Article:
At the White House press briefing on Monday, Attorney General Jeff Sessions warned sanctuary cities that obstruct the enforcement of federal immigration law that they may stand to lose grant money from the Department of Justice. Sanctuary cities are jurisdictions with policies that prioritize the interests of criminal aliens by limiting law enforcement cooperation with federal immigration officials. Ultimately, these policies shield criminal aliens from enforcement, allowing them to live and work freely in American communities. Attorney General Sessions is not the first federal official to make this threat. Last year, the Obama administration also threatened to revoke funding from sanctuary cities with policies that violate federal law.
Attorney General Sessions made clear that the Department of Justice will take action to “claw back any funds awarded to a jurisdiction” that has a sanctuary policy in violation of federal law. The Department of Justice is able to award more than $4.1 billion in grant money to state and local jurisdictions this fiscal year. “We intend to use all the lawful authorities we have to make sure our state and local officials … are in sync with the federal government,” commented Attorney General Sessions.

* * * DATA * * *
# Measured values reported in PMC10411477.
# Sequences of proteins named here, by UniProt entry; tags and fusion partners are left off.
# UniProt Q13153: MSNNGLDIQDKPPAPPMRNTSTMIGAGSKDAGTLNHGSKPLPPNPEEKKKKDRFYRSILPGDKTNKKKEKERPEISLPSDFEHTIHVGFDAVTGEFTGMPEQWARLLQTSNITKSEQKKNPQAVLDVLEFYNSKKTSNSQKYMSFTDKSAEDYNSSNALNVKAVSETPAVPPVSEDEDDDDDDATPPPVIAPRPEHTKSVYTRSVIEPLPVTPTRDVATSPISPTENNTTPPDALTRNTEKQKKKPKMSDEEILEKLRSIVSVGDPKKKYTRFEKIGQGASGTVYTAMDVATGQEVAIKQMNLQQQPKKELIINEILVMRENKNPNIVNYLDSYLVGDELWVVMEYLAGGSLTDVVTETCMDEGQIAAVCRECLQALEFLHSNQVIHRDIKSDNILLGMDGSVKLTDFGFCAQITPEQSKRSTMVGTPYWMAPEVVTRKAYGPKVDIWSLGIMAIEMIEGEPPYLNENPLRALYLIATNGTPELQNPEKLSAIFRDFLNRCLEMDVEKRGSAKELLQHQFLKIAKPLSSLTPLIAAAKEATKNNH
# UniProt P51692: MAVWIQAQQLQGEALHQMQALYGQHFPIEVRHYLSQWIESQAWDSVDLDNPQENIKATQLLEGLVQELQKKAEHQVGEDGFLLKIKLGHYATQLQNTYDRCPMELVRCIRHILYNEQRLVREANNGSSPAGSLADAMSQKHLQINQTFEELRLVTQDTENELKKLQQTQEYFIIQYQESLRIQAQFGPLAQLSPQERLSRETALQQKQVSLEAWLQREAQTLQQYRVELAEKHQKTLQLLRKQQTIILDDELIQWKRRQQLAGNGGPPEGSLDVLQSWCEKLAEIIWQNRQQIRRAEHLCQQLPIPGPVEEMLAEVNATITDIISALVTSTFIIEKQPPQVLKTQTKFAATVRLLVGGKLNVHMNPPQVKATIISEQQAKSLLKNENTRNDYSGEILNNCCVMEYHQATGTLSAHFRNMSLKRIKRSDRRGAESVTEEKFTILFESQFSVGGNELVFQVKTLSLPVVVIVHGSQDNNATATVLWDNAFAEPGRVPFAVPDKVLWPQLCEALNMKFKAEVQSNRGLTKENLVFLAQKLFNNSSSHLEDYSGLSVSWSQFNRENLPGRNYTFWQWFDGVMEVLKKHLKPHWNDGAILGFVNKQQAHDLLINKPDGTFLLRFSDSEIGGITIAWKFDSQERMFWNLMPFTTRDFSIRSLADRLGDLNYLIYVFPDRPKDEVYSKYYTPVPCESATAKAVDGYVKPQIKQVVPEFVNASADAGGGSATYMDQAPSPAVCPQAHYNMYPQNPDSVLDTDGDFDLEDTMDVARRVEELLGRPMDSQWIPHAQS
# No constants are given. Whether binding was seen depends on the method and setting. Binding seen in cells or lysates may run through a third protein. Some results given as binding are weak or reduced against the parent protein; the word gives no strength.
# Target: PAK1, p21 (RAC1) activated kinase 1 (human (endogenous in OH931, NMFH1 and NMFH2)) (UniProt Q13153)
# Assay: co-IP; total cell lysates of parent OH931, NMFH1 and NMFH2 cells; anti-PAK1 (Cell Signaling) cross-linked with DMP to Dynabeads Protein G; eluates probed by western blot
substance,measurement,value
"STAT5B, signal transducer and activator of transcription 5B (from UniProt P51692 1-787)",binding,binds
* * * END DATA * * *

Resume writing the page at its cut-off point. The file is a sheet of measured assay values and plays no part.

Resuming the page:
In addition to frustrating federal law, sanctuary policies pose serious public safety risks and are widely unpopular across the country. A recent Rasmussen poll indicated that only 35% of likely voters favor their community declaring itself a sanctuary city. This is not surprising, as sanctuary policies only benefit criminal aliens who should be deported because they put all residents at risk. As a result of public outrage against sanctuary policies, lawmakers in at least 25 states have introduced legislation to ban these policies.
“I strongly urge our nation’s states and cities and counties to consider carefully the harm they are doing to their citizens by refusing to enforce our immigration laws and to rethink these policies. Such policies make their cities and states less safe — public safety as well as national security are at stake — and put them at risk of losing federal dollars,” Attorney General Sessions said.